If President Trump and a Republican-controlled Senate put a textualist judge on the high court to replace Antonin Scalia, which they already did and any or all or the three elderly liberal-to-moderate justices are replaced by textualists before Cox and Kettler come before the high court, there would seem to be a high likelihood that a strict reading of the Constitution and Second Amendment would regard the National Firearms Act as clearly being an unconstitutional usurpation of powers reserved for the states.

If the “Trump Court” is composed of a textualist majority and the cult of the “living Constitution” dies off, then there is a very strong possibility that the National Firearms Act of 1934, the Gun Control Act of 1968, the Firearm Owners Protection Act of 1986, and the proposed National Concealed Carry Reciprocity Act — literally every federal gun law, both for gun rights and for gun control — will be thrown out in short order as unconstitutional laws Congress never had the authority to pass, or laws that the federal government has the authority to enforce.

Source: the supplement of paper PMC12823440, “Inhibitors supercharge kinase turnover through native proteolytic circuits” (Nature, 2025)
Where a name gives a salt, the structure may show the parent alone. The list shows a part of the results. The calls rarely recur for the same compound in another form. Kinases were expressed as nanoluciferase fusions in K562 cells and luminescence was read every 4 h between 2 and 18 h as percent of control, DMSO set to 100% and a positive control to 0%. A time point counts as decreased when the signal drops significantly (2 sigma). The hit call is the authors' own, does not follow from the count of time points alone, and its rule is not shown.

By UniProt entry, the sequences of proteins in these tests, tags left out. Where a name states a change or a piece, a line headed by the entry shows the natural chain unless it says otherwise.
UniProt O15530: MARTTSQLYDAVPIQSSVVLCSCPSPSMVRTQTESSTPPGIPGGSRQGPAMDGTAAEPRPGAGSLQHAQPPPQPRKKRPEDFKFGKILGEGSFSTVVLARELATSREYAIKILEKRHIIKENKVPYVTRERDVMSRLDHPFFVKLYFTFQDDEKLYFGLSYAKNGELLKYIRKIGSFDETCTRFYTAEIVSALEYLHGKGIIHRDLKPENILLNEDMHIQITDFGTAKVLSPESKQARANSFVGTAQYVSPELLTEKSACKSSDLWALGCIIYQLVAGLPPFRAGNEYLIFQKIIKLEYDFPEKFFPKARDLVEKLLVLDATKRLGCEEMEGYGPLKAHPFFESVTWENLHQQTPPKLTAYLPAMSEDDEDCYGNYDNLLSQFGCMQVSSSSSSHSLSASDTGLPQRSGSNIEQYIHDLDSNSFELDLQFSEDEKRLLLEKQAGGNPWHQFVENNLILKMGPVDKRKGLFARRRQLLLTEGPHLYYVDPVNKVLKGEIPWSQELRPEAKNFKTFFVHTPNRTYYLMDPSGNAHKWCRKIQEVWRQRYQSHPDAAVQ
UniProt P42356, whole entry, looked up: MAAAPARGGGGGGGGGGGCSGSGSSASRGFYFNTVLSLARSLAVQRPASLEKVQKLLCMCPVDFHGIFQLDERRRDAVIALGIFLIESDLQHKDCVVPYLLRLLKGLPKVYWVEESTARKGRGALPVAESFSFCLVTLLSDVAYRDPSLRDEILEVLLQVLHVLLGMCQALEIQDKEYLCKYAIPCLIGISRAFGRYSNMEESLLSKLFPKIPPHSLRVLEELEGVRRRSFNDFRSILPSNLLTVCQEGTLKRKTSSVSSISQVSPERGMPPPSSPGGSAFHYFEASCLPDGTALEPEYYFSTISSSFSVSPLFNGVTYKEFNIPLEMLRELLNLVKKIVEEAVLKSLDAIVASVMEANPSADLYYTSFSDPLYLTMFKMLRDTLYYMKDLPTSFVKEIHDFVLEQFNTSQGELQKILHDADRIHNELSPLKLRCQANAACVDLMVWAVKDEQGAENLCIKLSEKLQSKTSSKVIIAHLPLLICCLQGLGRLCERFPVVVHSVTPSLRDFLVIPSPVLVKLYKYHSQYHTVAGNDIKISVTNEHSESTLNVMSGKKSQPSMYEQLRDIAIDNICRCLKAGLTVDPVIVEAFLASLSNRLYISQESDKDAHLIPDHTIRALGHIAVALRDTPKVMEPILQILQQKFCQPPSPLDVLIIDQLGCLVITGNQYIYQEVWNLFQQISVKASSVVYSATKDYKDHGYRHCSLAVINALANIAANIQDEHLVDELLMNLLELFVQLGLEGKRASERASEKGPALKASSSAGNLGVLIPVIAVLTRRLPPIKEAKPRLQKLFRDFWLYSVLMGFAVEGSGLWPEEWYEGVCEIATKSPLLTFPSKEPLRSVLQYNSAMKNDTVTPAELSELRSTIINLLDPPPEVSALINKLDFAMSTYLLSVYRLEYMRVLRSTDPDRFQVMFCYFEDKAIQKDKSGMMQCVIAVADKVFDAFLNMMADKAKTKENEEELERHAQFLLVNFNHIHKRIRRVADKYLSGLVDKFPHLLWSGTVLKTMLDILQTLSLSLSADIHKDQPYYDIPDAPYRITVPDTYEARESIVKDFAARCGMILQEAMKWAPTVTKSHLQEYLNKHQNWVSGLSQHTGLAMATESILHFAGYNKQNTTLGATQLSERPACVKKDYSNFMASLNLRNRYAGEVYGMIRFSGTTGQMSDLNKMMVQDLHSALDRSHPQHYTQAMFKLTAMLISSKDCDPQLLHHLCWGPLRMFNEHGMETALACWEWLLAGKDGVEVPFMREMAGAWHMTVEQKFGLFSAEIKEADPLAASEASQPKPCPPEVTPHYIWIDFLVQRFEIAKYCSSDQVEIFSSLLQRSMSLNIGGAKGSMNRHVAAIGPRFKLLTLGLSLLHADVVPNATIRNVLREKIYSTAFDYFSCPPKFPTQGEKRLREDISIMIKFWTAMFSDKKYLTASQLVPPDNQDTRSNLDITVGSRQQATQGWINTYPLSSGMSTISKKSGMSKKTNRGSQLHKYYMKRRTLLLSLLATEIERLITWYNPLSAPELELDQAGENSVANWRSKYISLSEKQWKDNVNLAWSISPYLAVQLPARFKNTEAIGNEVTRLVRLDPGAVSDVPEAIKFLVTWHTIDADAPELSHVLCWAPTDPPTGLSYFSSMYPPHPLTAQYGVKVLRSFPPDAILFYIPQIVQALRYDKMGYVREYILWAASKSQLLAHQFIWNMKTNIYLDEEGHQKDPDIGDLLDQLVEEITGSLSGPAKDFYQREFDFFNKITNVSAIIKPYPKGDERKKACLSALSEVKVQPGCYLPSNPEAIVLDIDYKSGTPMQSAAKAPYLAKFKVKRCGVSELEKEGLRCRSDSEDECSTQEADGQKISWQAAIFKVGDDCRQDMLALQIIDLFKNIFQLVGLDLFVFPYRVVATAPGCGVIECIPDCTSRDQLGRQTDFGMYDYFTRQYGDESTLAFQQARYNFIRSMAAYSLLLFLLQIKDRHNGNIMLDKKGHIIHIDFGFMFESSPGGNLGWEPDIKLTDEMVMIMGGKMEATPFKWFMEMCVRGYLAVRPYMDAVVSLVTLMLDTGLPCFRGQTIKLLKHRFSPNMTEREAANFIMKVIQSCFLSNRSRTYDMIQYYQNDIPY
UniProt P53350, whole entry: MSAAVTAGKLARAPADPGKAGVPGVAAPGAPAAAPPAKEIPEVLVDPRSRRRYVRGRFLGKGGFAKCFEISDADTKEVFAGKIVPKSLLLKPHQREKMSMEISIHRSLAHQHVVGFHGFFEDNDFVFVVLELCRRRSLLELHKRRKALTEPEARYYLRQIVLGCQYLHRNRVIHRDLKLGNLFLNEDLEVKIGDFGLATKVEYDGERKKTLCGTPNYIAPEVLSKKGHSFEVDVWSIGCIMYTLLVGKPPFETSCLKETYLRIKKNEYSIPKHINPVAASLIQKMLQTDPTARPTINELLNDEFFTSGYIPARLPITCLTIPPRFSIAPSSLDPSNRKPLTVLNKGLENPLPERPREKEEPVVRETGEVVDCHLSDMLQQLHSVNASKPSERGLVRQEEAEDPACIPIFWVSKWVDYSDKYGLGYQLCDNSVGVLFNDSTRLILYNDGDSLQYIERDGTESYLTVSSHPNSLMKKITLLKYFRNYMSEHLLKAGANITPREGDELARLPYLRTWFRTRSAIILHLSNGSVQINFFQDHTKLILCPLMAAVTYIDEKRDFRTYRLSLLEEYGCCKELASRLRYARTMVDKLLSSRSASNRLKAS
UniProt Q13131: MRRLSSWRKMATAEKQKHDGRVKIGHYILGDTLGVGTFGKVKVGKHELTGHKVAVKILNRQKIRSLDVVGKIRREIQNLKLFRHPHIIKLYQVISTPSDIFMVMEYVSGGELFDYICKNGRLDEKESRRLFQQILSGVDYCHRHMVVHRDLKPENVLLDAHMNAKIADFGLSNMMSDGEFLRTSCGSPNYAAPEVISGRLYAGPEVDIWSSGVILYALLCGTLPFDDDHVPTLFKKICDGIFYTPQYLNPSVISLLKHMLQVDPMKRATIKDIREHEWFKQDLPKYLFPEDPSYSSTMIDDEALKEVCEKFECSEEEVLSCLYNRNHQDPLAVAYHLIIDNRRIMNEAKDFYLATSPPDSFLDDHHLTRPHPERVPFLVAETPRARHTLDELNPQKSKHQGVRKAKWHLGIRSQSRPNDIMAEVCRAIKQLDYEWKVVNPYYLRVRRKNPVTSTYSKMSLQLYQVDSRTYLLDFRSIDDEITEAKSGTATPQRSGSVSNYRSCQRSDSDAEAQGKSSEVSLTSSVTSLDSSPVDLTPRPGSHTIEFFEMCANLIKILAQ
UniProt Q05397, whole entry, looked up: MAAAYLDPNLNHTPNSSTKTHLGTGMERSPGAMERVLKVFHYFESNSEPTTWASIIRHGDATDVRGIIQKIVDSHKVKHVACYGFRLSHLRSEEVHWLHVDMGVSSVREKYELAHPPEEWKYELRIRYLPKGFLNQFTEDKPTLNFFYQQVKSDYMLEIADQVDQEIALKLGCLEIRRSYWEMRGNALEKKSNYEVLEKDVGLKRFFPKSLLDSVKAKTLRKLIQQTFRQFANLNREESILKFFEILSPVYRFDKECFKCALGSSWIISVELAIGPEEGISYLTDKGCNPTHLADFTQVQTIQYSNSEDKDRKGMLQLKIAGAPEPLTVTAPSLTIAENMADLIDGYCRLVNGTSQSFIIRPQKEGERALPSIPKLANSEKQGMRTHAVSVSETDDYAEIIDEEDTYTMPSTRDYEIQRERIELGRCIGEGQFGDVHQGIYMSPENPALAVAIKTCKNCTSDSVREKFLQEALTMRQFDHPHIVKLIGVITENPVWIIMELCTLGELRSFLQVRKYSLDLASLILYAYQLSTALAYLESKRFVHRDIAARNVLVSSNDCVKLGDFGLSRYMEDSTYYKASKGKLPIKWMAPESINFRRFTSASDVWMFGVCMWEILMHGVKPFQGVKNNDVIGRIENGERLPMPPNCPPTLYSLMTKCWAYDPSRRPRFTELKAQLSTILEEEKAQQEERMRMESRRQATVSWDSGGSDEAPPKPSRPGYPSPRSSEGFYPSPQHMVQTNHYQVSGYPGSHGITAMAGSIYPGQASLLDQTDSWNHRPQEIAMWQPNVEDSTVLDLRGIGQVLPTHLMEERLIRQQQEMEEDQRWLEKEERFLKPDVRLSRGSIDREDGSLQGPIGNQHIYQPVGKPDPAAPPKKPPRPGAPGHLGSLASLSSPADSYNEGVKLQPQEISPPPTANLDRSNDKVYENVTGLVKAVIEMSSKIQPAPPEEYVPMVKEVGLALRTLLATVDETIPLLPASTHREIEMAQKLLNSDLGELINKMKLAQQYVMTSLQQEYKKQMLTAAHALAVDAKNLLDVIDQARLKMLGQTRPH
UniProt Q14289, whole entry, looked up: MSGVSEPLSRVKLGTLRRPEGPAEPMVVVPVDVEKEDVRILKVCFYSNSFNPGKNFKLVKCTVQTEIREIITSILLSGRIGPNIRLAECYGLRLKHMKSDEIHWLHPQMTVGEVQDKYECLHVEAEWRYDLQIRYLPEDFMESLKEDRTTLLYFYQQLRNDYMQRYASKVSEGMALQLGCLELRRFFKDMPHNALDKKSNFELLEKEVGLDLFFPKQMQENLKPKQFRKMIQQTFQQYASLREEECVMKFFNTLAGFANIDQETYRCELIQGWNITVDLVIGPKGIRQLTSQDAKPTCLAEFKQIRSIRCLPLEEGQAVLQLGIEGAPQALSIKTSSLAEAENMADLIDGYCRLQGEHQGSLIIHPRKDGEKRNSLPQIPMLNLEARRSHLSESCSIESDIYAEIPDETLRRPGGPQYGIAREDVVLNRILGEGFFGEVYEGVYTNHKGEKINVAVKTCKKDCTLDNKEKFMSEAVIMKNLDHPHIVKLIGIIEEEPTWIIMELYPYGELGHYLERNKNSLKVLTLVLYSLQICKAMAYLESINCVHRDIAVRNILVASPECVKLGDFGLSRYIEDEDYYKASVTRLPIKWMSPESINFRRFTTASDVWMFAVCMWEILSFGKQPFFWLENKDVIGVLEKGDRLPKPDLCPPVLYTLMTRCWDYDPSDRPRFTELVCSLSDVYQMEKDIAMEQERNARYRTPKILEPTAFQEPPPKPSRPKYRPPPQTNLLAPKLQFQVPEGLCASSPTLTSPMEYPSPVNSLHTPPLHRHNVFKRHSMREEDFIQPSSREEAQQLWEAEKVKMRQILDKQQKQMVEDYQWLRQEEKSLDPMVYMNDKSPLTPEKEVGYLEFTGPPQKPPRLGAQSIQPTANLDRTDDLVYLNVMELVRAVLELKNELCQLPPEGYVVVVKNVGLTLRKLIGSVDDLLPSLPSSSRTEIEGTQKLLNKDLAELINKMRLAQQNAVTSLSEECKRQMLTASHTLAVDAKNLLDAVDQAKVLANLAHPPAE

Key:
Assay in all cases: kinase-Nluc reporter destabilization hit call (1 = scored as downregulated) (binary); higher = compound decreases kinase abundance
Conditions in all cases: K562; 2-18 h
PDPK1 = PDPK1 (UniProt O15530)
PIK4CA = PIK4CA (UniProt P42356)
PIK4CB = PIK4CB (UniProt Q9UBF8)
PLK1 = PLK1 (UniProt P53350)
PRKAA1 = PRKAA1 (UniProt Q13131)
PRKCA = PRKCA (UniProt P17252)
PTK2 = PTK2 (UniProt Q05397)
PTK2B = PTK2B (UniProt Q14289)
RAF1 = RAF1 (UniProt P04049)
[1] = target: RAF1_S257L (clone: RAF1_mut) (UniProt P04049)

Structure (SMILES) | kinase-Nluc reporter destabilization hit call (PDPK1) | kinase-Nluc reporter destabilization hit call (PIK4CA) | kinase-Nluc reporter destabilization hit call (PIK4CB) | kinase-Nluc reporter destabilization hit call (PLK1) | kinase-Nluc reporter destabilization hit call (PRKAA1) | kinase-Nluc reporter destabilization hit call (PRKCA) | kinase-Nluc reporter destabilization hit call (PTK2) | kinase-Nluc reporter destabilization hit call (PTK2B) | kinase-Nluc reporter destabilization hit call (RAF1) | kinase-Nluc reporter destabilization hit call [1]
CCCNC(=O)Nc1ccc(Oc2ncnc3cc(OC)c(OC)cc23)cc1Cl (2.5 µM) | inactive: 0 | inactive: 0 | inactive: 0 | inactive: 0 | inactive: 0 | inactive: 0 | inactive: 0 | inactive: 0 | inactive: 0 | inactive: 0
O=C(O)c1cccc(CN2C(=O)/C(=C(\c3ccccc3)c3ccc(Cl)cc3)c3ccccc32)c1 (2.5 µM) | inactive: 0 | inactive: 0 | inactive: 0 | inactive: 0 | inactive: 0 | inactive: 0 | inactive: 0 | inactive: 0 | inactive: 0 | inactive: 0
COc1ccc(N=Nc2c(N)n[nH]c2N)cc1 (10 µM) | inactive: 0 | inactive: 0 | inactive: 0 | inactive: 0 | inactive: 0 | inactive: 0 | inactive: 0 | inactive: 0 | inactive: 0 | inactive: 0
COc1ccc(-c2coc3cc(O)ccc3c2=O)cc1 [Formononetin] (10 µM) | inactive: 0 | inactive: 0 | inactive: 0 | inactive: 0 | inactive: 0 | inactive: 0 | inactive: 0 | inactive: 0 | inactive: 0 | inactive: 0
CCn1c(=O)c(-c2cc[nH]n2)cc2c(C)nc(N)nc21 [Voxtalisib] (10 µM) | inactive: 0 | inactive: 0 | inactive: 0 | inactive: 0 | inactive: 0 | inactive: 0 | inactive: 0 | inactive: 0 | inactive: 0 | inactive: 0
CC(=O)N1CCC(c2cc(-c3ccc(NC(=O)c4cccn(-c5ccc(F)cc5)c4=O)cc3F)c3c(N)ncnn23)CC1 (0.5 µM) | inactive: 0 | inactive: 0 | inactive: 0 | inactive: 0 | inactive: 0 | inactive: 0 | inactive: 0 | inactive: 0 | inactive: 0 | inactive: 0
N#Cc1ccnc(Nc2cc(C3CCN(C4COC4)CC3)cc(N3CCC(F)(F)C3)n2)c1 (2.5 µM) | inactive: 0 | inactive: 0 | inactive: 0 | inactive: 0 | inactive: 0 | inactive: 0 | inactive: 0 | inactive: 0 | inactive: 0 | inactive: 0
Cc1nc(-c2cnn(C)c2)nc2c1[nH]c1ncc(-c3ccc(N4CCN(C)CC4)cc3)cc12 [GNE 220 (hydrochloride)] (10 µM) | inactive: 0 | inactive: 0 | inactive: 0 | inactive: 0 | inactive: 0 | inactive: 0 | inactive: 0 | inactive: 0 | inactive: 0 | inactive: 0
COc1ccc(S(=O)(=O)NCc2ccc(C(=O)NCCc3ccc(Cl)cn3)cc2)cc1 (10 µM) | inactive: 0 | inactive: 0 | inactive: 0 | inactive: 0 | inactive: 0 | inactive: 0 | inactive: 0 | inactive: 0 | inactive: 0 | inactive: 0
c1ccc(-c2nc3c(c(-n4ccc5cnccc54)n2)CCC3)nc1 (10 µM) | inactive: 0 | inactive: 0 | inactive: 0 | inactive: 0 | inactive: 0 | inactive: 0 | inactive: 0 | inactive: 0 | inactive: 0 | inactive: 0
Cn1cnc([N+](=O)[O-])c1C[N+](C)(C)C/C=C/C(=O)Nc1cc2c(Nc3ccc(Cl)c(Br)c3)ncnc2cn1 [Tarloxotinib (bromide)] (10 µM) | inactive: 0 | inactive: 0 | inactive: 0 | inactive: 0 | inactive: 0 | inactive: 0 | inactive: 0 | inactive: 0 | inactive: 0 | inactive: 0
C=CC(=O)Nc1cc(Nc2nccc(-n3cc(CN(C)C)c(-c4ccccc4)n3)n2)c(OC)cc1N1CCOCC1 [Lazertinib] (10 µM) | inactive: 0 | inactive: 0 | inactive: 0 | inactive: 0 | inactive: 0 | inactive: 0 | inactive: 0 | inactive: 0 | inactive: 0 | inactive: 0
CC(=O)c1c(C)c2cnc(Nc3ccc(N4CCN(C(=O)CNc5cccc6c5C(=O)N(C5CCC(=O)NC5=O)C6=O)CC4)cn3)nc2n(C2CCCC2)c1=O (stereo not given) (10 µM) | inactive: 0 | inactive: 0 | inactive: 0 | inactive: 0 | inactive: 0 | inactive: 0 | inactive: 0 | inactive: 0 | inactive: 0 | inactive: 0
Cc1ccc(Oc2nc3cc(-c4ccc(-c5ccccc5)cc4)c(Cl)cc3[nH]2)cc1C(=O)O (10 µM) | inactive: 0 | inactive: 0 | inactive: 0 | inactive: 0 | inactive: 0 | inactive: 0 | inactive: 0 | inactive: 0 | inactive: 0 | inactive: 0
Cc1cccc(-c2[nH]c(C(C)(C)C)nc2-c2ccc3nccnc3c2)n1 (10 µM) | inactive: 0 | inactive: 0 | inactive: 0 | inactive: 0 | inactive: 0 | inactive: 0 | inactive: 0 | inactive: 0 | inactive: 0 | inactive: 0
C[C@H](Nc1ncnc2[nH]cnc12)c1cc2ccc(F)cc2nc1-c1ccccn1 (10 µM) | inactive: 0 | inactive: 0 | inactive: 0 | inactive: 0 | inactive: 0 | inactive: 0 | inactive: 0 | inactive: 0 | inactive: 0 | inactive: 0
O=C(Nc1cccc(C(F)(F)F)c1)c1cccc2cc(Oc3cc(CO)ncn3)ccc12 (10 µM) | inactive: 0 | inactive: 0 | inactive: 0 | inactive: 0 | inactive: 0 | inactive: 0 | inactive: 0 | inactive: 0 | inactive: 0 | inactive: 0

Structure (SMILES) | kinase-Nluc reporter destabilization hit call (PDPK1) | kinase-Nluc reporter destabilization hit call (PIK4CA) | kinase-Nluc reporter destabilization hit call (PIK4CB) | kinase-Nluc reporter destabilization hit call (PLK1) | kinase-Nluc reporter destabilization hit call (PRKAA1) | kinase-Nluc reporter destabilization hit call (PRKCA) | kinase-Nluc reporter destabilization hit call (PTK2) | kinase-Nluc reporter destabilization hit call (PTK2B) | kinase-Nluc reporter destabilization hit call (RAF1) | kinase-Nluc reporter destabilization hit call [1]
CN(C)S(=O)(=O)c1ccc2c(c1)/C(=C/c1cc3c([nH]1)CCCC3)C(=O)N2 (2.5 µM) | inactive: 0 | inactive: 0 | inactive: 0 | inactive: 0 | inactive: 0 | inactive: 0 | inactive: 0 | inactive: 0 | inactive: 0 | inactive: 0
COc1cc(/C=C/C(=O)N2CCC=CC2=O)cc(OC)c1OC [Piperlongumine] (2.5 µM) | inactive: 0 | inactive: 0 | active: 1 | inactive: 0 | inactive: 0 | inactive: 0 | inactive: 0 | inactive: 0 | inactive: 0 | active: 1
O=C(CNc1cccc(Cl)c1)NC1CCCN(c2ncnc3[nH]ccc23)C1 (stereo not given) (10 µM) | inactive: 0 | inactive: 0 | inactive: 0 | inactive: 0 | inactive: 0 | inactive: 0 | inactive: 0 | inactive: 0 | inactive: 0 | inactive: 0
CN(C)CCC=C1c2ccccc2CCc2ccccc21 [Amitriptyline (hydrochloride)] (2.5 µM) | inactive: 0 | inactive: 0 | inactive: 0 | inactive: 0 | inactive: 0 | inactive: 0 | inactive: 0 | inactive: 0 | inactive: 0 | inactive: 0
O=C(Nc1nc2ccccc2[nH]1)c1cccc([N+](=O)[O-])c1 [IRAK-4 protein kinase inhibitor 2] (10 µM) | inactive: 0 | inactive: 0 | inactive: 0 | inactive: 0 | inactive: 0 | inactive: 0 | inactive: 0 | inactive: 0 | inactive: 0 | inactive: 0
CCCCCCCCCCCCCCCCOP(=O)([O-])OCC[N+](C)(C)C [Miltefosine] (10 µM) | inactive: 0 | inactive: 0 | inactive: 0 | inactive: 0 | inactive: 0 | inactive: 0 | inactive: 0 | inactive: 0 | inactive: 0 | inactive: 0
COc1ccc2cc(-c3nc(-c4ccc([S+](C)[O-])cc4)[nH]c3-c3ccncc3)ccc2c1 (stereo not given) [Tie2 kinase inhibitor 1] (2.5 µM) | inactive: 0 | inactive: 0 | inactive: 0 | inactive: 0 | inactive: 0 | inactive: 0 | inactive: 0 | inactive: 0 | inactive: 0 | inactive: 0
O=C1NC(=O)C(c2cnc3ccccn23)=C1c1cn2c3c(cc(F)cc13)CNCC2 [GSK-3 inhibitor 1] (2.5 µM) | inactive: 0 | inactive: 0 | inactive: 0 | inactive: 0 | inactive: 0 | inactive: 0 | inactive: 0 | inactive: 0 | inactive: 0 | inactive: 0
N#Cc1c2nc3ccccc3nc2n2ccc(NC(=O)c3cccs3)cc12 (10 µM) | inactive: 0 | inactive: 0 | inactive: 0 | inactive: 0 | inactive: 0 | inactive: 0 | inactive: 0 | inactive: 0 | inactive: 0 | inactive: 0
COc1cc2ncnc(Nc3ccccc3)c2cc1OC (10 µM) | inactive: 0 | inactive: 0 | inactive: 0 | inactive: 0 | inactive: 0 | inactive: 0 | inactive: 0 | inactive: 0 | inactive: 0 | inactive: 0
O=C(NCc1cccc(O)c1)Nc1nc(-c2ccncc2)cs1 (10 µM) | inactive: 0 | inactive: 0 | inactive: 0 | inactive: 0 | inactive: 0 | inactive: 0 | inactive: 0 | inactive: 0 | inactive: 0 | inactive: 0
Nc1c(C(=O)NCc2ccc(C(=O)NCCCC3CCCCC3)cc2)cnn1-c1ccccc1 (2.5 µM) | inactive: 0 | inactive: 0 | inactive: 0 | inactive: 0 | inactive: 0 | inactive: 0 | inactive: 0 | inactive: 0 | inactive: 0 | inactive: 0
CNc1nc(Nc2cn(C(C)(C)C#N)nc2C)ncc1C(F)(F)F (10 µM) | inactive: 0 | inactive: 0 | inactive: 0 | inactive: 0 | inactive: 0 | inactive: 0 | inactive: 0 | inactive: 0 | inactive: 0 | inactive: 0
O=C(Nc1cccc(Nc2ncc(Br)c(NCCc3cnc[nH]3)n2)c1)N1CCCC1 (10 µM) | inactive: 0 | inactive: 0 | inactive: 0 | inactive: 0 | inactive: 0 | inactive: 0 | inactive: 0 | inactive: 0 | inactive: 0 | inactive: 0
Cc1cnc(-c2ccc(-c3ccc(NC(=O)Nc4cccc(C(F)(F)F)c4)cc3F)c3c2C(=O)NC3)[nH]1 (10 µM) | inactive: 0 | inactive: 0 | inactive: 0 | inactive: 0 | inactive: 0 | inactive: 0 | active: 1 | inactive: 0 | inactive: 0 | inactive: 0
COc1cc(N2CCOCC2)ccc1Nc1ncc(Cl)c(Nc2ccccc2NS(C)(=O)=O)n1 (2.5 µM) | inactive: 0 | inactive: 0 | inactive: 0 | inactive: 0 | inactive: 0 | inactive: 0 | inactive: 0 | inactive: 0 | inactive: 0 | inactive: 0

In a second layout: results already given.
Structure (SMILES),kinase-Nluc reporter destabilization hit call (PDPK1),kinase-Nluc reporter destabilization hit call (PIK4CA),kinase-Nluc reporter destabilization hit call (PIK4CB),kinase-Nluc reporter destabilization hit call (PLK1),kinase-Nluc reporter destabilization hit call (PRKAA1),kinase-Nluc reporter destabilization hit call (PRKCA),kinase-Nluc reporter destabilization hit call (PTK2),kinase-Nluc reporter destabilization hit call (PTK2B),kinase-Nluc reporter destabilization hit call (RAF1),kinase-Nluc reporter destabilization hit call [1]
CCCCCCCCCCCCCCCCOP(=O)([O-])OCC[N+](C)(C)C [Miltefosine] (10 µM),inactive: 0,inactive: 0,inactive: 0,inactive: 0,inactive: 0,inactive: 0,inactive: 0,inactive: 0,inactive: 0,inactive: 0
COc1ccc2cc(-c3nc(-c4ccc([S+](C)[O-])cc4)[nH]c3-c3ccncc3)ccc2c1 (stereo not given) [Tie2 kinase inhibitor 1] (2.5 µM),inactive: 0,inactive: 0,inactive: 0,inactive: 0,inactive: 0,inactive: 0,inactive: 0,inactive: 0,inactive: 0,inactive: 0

And no. States cannot pass Gun Control either Constitutionally. The 2nd Amendment as part of the United States Constitution is the supreme law of the entire country. See Article VI, Section 2:

Article VI, Section 2: This Constitution, and the Laws of the United States which shall be made in Pursuance thereof; and all Treaties made, or which shall be made, under the Authority of the United States, shall be the supreme Law of the Land; and the Judges in every State shall be bound thereby, any Thing in the Constitution or Laws of any State to the Contrary notwithstanding.

Hence, no state has any authority to infringe on the right of the people to keep and bear arms. All federal AND state gun laws are a direct violation of the 2nd Amendment and are long overdue to be struck down.